Something has happened to public service and politics.  They are not necessarily nobly linked.  Sadly, I perceive a lot of "do as I say, not as I do", going on in politics.  Career politicians are just it for the job, the power, the perks and the local folks who got them to where they are, are long forgotten.  And this is happening on all levels of government...not just in the gridlock of Washington, DC.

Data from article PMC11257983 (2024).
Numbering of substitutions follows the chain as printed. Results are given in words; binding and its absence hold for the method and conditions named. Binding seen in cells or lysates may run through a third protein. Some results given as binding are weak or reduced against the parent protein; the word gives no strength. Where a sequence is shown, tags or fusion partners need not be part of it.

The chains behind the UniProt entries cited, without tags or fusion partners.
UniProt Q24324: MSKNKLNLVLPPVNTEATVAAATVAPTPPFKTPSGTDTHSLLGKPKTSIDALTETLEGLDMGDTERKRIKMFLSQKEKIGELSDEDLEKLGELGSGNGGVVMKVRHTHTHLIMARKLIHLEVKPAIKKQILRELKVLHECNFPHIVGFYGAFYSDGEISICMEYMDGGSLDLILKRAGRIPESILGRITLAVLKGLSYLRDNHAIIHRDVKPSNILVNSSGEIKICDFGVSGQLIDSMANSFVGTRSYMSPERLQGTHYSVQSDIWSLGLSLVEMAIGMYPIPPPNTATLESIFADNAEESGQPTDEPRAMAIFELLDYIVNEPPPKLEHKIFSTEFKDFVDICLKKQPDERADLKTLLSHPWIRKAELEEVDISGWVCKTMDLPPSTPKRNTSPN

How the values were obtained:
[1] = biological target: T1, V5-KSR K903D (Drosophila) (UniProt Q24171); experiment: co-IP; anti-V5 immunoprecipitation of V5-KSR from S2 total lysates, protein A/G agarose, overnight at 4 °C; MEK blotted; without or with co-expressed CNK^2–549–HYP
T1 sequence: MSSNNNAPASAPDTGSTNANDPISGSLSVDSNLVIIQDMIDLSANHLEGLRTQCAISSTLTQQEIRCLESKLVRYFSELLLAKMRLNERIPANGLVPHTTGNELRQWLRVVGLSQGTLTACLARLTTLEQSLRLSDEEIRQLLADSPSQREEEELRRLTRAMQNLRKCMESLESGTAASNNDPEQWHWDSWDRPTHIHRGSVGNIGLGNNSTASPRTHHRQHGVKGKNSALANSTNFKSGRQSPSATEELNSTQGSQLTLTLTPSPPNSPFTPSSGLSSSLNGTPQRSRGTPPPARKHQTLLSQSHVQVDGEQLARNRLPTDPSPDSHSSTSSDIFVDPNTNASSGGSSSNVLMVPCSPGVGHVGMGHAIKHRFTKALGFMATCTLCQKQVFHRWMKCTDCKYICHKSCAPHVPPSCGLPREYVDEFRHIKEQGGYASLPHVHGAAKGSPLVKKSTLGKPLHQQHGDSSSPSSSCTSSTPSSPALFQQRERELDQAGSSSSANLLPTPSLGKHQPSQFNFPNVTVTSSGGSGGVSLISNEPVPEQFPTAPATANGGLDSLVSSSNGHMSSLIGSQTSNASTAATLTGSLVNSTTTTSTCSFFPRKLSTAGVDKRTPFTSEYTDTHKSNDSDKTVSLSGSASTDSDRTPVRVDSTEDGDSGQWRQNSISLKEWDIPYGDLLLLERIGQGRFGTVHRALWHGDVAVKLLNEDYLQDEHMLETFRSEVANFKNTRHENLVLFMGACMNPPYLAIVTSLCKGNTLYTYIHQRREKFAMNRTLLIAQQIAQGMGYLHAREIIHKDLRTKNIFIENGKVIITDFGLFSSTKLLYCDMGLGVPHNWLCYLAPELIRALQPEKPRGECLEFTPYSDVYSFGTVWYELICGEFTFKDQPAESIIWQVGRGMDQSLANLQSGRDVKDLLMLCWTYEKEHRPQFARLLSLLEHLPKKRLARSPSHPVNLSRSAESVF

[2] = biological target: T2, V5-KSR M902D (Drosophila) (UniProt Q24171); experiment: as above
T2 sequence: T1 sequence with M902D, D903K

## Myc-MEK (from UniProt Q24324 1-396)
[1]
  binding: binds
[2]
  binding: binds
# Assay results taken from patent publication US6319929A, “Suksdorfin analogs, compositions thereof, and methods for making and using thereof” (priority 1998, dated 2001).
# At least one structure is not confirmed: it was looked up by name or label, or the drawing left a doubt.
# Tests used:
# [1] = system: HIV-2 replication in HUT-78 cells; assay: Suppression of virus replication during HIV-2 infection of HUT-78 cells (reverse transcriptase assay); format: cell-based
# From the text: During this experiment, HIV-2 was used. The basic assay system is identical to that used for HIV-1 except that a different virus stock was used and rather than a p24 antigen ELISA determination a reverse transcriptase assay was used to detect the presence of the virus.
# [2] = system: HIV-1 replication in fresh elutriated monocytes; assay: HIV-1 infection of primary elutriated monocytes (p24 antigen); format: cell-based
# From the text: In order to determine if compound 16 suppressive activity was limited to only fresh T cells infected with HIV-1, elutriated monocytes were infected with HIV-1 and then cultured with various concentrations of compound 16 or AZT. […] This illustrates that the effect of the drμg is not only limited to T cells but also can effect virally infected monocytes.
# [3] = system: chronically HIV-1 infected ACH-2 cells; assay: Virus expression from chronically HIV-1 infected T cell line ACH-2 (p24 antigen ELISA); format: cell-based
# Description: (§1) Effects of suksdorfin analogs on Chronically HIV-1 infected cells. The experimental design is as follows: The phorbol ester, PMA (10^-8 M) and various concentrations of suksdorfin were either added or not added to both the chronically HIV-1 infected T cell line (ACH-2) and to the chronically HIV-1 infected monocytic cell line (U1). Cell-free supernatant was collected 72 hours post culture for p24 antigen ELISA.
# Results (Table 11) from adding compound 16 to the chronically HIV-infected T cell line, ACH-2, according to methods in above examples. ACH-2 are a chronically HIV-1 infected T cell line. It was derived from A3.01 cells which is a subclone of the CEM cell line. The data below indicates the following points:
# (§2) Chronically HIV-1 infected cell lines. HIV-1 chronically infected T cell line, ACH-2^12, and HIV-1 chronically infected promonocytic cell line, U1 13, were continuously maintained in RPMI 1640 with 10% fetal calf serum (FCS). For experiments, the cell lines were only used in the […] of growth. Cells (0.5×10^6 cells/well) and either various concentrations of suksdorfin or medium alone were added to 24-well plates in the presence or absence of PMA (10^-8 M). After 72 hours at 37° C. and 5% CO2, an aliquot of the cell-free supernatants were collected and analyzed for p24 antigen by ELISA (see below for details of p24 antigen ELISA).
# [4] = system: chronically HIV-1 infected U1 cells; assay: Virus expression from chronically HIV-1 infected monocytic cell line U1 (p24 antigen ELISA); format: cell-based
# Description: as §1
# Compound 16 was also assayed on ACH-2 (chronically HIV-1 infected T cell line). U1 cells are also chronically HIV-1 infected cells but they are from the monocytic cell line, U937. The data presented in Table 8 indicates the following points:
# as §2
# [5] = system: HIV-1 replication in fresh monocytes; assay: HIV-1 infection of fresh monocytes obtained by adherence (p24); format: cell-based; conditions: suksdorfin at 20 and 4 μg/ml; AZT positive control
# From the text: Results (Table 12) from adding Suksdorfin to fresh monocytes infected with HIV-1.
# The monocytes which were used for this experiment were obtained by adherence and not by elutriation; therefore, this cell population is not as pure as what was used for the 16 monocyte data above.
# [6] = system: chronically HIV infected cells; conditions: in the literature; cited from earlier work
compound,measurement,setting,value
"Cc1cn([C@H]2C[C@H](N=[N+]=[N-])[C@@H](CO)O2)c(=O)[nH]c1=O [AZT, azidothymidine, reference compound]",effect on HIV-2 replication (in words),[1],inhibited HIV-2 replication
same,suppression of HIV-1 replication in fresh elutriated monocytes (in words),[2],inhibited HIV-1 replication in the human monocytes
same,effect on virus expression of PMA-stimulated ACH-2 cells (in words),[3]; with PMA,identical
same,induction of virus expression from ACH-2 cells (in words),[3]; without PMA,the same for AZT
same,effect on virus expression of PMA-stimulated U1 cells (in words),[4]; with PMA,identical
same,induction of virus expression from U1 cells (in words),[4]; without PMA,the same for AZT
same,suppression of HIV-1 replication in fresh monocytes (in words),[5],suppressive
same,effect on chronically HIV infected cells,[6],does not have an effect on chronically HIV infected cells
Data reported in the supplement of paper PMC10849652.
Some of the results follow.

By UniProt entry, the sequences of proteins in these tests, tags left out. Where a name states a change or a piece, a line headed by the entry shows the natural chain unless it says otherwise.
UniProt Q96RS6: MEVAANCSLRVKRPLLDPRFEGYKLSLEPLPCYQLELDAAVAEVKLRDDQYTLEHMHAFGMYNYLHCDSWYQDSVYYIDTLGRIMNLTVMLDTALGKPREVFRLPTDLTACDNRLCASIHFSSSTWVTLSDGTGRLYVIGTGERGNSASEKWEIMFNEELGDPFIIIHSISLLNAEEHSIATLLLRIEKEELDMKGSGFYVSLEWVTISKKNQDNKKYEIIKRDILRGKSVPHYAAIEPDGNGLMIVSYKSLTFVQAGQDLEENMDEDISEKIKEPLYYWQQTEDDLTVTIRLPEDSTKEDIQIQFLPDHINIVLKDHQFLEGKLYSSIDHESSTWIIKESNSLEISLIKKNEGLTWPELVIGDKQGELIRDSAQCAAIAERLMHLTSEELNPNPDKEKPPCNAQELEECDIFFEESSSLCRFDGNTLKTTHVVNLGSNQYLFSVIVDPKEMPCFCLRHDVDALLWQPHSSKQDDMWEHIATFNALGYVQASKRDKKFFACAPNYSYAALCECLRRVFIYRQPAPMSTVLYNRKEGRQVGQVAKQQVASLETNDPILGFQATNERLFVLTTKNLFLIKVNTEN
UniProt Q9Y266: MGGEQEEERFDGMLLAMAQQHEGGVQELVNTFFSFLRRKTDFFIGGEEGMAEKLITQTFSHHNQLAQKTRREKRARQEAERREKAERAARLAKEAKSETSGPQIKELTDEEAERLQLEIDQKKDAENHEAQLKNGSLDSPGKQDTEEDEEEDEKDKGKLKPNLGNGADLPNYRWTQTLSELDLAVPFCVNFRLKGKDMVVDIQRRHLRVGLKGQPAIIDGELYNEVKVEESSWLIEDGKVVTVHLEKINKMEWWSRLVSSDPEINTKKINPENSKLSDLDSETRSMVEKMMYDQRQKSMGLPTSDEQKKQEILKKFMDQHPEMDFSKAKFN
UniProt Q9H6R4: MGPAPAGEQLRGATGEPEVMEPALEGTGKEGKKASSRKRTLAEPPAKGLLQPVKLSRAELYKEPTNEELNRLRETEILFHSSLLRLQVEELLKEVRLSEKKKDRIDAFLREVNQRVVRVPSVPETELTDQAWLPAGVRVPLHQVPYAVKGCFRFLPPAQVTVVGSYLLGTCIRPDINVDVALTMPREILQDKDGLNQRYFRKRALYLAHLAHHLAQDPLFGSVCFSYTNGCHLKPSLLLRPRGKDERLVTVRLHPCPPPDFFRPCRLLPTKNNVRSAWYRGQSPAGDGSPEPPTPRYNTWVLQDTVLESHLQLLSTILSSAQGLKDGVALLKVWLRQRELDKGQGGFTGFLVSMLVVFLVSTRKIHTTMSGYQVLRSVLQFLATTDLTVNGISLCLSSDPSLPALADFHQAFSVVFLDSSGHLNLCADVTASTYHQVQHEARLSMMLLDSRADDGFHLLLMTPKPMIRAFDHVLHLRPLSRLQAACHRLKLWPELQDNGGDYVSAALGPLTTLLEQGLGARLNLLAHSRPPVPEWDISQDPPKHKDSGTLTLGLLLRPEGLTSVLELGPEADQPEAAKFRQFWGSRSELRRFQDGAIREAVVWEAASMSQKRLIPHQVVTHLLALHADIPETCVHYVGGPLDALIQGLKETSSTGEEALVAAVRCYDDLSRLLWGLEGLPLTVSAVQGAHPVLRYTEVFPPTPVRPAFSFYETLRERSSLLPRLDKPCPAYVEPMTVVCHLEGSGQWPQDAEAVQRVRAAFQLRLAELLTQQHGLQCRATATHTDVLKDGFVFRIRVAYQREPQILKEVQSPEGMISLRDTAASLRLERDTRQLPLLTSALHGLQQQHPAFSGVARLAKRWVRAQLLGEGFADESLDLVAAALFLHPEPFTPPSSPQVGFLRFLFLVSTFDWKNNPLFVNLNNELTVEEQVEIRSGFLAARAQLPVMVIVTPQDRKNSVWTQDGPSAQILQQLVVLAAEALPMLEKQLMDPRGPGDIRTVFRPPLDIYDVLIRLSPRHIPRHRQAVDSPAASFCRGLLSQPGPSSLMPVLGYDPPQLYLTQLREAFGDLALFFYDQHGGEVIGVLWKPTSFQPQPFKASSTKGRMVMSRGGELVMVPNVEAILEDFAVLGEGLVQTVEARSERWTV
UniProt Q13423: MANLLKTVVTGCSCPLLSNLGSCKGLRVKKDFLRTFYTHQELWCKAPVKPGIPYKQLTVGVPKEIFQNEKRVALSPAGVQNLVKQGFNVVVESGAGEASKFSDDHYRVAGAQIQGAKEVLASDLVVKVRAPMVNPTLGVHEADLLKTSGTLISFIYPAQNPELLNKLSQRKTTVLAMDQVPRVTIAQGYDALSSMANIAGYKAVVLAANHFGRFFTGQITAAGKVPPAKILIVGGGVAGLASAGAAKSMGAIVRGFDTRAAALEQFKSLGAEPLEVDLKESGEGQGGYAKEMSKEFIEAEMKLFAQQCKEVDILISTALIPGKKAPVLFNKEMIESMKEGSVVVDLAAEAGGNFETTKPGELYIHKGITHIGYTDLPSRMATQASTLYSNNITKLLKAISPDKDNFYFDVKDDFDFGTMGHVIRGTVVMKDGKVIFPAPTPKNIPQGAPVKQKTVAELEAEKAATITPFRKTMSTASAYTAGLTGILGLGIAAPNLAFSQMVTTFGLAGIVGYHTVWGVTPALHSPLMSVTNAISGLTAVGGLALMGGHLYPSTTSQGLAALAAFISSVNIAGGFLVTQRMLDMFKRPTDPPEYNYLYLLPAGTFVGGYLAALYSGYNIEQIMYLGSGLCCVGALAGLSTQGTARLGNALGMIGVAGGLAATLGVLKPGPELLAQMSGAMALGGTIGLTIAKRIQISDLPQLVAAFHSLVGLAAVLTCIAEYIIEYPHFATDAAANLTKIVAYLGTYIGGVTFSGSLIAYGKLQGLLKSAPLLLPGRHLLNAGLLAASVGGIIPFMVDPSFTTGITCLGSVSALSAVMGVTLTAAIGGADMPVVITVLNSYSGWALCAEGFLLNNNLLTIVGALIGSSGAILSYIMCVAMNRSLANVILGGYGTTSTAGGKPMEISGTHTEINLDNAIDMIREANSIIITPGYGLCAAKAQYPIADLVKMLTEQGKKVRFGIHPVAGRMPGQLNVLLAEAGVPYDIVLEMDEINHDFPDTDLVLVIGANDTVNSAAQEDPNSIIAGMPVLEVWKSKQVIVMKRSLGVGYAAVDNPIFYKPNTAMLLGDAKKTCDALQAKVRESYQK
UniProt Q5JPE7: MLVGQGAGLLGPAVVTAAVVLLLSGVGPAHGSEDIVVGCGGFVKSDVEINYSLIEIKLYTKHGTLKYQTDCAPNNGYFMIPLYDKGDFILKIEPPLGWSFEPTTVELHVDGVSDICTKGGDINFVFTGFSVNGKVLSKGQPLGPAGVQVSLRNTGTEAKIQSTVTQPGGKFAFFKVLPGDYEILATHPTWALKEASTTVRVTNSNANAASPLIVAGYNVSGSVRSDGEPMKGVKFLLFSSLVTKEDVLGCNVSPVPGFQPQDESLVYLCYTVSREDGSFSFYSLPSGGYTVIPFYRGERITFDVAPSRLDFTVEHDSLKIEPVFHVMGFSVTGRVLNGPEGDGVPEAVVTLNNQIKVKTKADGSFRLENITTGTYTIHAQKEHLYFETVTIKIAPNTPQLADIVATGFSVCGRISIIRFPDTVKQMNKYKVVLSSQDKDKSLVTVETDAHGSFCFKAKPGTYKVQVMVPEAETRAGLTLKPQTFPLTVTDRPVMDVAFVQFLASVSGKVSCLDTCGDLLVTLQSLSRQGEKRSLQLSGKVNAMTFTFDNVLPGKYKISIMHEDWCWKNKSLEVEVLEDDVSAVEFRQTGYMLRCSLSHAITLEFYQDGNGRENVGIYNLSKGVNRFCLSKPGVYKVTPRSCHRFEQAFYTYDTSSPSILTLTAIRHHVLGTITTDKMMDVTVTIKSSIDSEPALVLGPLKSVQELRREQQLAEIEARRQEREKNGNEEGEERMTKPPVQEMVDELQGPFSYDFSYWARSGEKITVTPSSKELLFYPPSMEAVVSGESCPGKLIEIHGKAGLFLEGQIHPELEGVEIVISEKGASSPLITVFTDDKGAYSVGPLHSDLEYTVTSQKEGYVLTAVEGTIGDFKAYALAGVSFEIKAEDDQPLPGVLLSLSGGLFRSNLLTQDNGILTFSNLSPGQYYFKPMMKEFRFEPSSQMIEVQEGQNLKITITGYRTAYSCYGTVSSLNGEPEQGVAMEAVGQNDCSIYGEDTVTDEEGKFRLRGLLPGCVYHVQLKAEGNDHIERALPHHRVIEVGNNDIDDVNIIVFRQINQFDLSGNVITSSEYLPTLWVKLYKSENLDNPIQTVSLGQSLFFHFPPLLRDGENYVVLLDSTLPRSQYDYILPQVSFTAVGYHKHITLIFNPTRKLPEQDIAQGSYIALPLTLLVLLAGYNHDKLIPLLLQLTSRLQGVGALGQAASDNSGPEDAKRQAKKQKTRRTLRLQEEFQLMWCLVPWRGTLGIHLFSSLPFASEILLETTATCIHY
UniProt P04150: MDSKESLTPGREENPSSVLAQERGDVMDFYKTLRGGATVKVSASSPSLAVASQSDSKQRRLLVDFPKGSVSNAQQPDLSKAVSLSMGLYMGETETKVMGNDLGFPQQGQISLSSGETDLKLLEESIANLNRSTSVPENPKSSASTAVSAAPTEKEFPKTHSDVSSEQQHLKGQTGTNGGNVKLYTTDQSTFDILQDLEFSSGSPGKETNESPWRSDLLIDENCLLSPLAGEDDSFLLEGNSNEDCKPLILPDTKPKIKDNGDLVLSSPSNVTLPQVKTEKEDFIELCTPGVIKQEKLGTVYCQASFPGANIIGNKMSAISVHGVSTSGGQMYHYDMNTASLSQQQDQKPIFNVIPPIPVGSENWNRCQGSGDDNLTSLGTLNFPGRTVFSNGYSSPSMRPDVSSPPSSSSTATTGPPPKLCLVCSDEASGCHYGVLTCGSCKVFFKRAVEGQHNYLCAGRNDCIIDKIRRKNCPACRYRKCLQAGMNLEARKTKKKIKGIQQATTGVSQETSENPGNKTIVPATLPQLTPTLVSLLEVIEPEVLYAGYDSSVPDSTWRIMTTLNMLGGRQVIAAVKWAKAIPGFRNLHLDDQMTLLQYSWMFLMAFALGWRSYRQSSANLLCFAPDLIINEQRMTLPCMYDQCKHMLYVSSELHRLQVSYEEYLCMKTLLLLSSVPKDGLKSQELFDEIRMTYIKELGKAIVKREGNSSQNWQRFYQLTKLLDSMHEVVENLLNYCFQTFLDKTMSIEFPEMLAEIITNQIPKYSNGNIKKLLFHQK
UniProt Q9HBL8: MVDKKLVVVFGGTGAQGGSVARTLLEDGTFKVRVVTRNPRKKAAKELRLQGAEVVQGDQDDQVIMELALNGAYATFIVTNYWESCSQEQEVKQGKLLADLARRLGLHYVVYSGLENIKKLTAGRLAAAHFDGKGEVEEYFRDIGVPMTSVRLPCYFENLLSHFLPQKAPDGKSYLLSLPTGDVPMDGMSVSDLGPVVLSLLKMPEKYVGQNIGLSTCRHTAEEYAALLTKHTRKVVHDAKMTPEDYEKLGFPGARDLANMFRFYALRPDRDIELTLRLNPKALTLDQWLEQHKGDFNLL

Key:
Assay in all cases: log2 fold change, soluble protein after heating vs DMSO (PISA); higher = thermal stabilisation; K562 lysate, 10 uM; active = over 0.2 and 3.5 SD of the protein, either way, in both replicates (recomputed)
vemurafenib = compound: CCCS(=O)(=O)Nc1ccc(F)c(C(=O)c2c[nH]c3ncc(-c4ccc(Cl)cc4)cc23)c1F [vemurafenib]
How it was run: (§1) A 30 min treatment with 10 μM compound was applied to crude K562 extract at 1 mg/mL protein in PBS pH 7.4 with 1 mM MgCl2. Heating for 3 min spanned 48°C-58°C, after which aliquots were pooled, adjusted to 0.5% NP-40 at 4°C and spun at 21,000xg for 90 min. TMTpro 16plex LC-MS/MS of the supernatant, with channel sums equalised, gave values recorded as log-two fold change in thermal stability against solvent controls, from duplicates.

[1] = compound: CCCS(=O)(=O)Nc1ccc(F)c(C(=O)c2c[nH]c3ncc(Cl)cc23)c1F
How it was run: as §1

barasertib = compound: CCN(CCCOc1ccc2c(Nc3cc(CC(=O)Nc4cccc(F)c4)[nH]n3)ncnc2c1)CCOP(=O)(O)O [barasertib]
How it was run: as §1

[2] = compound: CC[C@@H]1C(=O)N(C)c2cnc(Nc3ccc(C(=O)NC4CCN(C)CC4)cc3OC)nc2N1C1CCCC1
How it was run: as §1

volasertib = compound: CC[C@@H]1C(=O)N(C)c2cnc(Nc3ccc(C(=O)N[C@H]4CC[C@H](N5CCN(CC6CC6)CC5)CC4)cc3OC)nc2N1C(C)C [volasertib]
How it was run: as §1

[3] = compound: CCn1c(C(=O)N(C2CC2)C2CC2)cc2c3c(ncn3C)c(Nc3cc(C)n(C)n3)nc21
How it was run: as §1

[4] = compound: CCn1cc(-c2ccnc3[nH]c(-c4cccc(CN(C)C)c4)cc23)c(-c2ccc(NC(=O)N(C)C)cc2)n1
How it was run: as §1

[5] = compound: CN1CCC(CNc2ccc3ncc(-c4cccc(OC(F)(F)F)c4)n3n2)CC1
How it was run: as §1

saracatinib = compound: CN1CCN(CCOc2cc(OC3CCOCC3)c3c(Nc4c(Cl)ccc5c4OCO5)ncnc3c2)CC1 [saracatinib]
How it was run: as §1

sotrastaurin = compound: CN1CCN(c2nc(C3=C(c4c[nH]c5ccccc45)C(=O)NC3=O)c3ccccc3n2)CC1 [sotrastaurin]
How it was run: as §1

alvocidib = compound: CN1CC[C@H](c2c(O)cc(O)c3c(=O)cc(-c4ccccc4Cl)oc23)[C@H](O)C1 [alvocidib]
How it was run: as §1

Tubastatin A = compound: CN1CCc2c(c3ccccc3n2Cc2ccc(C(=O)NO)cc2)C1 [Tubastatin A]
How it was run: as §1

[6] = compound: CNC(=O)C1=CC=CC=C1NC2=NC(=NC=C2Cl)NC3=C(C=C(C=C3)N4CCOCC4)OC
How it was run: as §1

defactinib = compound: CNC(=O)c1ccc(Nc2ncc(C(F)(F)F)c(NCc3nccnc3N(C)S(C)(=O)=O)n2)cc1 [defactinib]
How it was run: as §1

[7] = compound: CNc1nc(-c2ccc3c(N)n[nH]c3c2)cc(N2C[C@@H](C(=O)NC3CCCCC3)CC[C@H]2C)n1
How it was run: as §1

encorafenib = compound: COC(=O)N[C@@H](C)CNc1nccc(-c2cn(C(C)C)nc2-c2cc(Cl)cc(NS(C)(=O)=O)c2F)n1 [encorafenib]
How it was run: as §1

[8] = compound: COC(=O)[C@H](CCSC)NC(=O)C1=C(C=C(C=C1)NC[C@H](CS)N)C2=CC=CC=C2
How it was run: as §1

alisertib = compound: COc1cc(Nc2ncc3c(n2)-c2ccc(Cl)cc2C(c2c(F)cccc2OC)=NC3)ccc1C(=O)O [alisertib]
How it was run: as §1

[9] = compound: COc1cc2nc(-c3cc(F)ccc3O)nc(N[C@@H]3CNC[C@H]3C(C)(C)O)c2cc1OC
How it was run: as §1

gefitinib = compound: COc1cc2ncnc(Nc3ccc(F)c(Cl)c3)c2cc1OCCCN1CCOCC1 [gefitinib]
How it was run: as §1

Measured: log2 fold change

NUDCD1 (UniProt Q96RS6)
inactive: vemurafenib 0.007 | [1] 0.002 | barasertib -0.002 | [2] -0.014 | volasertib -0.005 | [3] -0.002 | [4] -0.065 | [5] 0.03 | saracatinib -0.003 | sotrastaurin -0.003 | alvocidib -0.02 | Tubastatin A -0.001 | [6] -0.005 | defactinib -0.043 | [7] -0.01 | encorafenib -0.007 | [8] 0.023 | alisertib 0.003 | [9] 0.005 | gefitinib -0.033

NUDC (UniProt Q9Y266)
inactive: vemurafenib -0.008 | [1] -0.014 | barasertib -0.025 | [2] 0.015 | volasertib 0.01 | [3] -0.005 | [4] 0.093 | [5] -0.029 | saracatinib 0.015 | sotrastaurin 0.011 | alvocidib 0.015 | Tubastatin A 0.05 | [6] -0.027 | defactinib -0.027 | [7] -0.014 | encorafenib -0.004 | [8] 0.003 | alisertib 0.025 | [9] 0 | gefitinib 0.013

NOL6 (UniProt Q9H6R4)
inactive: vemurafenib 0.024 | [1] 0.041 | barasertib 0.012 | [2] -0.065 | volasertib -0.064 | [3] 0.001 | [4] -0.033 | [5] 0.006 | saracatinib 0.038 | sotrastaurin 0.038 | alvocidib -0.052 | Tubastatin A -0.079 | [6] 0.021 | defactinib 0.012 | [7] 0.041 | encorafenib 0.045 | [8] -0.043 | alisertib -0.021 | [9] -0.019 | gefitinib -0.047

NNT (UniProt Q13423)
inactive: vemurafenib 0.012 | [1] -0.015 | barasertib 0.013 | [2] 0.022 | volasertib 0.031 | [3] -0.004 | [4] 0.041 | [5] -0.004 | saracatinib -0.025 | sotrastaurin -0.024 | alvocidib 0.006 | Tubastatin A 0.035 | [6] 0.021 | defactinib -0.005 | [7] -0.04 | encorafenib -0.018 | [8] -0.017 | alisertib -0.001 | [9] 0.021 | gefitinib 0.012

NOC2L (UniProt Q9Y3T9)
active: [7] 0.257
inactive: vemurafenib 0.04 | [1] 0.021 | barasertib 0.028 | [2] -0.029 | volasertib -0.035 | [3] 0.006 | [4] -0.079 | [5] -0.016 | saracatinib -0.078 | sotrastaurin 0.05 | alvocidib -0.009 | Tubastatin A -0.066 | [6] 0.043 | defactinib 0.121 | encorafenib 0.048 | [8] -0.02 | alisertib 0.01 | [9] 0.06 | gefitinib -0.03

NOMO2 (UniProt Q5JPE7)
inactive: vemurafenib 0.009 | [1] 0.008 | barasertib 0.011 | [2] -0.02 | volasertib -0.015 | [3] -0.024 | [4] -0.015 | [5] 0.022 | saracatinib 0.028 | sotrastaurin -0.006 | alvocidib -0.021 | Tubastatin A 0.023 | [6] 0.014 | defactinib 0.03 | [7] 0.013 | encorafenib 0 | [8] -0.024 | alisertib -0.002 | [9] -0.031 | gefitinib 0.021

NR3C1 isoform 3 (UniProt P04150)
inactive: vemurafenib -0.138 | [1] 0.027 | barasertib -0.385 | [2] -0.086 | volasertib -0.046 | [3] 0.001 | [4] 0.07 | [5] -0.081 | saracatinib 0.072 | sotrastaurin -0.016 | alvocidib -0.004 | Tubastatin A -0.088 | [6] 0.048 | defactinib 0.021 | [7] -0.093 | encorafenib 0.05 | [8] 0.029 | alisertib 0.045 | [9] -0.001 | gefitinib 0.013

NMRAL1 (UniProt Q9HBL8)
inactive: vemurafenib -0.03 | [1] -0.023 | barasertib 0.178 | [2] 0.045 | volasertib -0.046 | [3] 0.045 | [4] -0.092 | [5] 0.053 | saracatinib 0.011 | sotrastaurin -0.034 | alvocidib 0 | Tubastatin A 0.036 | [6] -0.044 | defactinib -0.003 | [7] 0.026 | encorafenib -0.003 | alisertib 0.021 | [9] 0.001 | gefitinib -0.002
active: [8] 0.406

As a student of history, I ascribe that politics and party politics in particular, is the necessary evil of the election process.  Vetting and platform building are elements required to understand who is seeking your trust and why it is deserved.  Politicking was a post-election tool in government to build consensus or at least move the minority and majority closer together.  The US Constitution was created through the power of compromise and in itself lays out the means to change/amend through compromise. Today, politics is like 16th century religious reformation of the ...each side firm in its view and laying claims of heresy to the other side.  I don't know when this happened, but the art of compromise has come to the brink of extinction. Too many elected officials have adopted the philosophy that being right is more important and powerful than doing right and to paraphrase Charlie Sheen, politics is all about WINNING the end, many of the folks back home lose...their trust is broken.